Once the bones are identified, Diedrich then needs to determine how old they are. There are three different dating methods, all with limitations. The primary one is radio carbon analysis, which is expensive and can be done only if the bone is less than 40,000 years old. The second way is to compare the sample bone with others found near it, which may reveal whether the period was warm or cold. But, if the animal lived at the end of a major climactic period, the dating could be off by as much as 100,000–200,000 years. The third method is to study the site where the bone was found, with deeper layers of dirt getting progressively older — if they were deposited evenly.
“We have a lion’s skull [near] a reindeer, but it could be one [glacial period] older, and so 100,000 years older than you think,” Diedrich says. “Plus, older excavations were done with pickaxes and shovels, so there was a lot of damage that affects all three methods.”

Snakes and porcupines

Diedrich’s recent paper on lions, published in the Czech Geological Survey’s Bulletin of Geosciences, represents only one facet of his work with Central European fossils.
“I will try to publish at least one paper about the most famous hyena population of Srbsko, and from the same site a paper about the last wolverines of Bohemia,” he says. “I also have some 25-million-year-old snakes and porcupines in the works, one of the biggest discoveries in the Bohemian karst.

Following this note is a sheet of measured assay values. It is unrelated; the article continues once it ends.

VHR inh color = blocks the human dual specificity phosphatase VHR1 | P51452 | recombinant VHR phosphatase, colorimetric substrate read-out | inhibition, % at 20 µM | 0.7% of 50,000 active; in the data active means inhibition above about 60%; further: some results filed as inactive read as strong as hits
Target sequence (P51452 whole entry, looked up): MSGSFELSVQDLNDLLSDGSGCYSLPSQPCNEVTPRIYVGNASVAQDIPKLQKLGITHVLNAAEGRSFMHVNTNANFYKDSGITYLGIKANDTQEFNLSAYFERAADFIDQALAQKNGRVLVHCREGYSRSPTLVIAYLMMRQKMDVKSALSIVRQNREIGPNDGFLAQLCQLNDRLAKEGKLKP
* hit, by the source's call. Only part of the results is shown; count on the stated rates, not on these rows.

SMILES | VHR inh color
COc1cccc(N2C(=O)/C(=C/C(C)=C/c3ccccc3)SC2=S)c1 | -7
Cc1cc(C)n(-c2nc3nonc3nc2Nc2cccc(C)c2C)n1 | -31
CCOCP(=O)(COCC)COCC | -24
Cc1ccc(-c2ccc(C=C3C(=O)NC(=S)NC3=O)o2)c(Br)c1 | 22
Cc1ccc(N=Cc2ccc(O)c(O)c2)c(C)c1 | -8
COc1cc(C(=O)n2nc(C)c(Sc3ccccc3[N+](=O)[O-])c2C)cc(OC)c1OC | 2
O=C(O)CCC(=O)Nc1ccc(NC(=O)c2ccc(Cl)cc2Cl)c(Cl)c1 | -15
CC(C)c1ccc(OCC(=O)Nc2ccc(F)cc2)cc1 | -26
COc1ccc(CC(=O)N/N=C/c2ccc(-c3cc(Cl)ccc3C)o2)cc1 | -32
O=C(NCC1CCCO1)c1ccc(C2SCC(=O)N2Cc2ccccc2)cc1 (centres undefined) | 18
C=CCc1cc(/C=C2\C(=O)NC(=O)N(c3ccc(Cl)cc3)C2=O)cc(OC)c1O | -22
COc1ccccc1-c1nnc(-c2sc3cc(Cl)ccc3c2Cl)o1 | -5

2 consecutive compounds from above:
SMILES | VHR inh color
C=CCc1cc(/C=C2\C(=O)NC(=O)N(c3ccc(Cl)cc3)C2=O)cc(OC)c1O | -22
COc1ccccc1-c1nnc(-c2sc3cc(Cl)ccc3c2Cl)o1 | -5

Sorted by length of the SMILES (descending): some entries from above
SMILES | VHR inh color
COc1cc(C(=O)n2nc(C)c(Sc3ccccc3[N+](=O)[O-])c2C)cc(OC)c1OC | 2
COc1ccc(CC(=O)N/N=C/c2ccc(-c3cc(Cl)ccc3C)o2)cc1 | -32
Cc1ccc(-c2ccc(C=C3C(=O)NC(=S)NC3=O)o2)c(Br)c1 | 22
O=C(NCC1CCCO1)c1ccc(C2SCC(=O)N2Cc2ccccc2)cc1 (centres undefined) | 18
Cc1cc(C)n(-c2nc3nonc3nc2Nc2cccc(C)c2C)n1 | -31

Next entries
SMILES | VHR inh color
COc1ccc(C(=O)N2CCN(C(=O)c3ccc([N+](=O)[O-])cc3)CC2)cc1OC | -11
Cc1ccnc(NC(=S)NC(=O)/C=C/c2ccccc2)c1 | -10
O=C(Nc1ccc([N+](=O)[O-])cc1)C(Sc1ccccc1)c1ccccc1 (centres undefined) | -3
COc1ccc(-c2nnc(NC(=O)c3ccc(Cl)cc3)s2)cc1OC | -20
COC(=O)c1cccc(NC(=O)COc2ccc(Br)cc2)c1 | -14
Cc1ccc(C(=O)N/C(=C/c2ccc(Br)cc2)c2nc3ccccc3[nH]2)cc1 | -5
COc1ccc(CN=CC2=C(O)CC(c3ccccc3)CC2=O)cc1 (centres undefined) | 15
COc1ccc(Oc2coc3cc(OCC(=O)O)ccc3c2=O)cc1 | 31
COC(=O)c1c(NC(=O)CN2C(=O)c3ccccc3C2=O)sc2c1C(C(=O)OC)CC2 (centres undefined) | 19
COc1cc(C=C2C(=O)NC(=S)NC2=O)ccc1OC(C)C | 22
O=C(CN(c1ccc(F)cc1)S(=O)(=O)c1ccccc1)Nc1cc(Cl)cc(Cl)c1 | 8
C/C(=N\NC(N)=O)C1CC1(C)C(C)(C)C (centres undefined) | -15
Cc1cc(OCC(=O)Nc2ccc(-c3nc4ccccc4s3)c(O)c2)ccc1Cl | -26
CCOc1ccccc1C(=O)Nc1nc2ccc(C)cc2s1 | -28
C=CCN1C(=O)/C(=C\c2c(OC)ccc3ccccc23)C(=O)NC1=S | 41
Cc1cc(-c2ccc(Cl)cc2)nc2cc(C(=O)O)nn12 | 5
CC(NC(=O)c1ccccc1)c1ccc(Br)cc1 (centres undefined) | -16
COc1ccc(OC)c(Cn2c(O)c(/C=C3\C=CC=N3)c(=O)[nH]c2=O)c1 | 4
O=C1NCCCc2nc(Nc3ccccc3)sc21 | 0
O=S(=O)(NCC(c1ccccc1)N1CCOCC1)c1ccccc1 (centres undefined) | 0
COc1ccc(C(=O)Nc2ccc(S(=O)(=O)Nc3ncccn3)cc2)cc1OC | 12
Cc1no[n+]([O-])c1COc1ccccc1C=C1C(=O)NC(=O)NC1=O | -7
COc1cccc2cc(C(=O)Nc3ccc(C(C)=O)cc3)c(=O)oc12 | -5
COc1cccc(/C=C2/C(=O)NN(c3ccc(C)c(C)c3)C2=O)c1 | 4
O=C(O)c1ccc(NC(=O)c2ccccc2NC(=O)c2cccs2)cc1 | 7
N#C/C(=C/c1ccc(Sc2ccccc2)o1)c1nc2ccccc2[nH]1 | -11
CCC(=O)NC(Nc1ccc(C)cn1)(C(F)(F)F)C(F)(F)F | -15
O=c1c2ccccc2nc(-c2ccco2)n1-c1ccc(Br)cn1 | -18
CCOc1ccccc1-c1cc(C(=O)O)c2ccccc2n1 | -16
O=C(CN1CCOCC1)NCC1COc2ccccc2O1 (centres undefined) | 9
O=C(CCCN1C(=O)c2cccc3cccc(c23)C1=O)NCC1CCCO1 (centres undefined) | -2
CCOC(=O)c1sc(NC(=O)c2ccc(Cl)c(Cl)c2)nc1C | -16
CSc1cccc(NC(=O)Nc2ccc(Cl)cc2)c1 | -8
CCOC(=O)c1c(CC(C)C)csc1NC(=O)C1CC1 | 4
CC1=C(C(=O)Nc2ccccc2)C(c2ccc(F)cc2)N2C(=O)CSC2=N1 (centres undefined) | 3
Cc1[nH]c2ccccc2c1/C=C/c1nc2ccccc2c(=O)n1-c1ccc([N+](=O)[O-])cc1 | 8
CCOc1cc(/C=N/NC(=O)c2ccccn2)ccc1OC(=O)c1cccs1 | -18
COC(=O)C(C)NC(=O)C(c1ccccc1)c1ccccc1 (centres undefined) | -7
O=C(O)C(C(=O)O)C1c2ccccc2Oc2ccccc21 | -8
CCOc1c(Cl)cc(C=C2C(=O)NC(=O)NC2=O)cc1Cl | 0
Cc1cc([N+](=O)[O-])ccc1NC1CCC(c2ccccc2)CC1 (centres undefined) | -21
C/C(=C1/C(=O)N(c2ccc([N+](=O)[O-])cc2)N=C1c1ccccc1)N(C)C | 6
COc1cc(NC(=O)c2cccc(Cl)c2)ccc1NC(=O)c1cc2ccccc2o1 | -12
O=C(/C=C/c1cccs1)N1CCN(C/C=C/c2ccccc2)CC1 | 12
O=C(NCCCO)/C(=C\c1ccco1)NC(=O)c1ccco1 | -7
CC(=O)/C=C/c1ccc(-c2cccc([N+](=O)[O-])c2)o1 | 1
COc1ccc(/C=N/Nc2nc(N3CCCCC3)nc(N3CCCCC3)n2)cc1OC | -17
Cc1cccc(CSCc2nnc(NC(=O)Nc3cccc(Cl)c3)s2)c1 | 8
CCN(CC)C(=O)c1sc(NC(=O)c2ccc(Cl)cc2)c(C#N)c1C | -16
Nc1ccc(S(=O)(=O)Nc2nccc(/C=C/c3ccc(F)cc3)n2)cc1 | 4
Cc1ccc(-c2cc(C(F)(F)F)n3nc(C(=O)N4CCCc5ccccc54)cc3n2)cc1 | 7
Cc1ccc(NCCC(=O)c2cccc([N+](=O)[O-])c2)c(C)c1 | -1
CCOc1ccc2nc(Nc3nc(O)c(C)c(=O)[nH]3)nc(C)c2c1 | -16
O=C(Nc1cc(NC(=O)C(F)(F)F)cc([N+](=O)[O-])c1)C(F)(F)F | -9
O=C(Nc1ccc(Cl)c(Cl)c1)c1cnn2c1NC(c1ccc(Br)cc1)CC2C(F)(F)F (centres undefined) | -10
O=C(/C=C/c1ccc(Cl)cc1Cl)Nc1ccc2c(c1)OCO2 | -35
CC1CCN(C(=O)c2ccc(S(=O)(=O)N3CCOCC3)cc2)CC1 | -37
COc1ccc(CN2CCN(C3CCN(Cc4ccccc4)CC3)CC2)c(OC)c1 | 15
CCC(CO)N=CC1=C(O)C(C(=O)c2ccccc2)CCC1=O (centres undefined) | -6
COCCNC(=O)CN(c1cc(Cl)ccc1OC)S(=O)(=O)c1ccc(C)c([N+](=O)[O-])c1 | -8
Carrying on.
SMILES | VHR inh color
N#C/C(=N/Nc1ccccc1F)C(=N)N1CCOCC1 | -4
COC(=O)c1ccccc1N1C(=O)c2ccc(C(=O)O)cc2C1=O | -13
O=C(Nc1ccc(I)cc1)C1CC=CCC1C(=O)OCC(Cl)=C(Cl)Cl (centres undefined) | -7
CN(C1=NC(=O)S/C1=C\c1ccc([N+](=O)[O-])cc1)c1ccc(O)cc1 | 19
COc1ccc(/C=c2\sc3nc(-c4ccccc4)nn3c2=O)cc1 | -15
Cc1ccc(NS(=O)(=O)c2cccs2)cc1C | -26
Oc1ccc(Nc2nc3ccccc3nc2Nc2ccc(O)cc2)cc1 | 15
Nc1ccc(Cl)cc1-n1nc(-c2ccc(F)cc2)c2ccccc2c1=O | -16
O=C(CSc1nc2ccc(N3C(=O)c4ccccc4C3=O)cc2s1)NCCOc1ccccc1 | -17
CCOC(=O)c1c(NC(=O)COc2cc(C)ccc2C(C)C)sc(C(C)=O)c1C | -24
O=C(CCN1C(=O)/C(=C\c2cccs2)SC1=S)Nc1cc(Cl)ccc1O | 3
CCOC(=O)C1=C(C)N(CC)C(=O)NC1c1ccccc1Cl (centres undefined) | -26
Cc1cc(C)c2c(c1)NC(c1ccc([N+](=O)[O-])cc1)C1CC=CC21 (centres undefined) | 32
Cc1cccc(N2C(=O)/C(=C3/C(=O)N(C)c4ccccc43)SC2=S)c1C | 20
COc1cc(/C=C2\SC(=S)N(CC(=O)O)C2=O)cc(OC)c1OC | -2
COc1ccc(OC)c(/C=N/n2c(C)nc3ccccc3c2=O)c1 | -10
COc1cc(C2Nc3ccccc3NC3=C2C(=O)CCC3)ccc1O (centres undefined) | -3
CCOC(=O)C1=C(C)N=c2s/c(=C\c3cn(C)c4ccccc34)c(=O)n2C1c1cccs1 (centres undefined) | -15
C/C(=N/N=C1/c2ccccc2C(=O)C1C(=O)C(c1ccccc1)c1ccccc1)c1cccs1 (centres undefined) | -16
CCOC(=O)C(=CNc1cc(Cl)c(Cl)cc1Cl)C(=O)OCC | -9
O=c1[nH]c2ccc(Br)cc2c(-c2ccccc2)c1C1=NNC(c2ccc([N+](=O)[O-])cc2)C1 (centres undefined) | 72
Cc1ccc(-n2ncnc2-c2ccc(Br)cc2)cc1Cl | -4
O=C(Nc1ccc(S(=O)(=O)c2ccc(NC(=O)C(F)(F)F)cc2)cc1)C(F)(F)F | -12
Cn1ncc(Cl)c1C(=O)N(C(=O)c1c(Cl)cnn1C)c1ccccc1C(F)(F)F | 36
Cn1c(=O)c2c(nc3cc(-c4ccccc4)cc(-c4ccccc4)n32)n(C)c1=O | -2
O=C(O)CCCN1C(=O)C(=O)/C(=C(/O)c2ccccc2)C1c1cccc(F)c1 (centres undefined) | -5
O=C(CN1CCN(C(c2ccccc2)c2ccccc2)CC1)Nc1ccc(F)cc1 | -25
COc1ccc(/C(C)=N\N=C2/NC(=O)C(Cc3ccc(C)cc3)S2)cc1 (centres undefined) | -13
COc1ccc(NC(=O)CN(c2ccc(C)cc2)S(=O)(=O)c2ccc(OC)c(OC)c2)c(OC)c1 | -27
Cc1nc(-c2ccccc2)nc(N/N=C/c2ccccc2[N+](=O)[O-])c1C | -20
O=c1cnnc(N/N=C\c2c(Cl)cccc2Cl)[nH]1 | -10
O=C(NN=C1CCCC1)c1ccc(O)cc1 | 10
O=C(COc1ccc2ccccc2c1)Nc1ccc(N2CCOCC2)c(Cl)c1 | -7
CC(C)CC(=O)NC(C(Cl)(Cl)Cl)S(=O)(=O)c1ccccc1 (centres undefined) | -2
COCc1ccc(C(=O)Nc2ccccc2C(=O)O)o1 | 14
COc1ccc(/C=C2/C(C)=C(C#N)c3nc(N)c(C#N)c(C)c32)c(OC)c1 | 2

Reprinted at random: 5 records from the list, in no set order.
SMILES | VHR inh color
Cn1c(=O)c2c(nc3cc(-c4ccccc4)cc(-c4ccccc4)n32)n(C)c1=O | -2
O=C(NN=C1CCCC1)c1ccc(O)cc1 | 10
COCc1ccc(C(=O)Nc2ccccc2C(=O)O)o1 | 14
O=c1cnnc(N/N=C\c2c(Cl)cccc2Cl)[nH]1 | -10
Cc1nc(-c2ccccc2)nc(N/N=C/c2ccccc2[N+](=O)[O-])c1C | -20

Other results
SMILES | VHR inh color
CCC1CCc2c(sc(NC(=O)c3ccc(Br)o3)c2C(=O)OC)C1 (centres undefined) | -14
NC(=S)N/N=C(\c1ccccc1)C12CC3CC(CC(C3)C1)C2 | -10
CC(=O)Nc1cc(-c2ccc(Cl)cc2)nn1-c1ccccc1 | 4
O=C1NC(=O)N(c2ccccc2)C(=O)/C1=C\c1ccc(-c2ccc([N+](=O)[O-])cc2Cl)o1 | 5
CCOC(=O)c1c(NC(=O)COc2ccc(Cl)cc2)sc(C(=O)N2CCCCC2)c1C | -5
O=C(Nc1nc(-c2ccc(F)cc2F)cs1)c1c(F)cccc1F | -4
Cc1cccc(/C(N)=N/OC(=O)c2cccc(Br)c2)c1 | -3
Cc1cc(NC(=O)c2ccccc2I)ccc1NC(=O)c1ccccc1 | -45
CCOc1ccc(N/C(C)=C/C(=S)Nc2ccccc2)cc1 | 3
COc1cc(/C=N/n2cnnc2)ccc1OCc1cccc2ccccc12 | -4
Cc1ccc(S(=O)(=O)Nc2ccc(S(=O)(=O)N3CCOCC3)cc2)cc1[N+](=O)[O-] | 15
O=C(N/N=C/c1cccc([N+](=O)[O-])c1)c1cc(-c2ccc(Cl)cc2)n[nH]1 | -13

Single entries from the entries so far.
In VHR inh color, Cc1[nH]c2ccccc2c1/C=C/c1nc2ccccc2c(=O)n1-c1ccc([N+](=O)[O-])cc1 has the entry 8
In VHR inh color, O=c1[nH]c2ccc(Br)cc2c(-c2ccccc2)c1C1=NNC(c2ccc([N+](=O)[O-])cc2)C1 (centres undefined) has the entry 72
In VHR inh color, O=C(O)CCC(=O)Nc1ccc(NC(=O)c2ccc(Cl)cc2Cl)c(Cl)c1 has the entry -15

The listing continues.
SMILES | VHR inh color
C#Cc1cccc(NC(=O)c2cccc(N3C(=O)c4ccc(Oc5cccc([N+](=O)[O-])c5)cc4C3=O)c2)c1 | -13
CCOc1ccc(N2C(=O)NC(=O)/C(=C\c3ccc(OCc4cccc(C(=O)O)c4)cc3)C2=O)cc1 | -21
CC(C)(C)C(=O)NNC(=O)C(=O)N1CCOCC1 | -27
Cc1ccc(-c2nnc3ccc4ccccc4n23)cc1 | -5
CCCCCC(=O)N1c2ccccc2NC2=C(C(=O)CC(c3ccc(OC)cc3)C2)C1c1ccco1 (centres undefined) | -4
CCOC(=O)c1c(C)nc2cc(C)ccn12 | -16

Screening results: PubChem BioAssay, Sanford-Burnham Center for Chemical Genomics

”Diedrich plans to present his latest findings at a cave-bear symposium in Brno, south Moravia, this September. Meanwhile, he’s at work on another project: a study of “reptile tracks from pre-dinosaur times in Europe,” with the support of a German foundation, the Deutsche Forschungs-Gemeinschaft.
“These 240-million-year-old reptile ‘track ways’ were produced all over Central Europe in tidal flats,” he says. “No one expected tracks in marine sediments, especially where the daily tide came and went.”
As for the Bohemian lions, Diedrich says they were most likely victims of climate change, which killed off a lot of vegetation. With their food source gone, many animals died, affecting other animals further up the food chain.
The story, Diedrich says, is all in the bones, and he hopes to bring it to a much wider audience.
“I want to bring the bones out of the basements [of museums] and show them in a modern, attractive way,” he says. “I don’t want to do it for the scientific community, but to bring science to a popular level.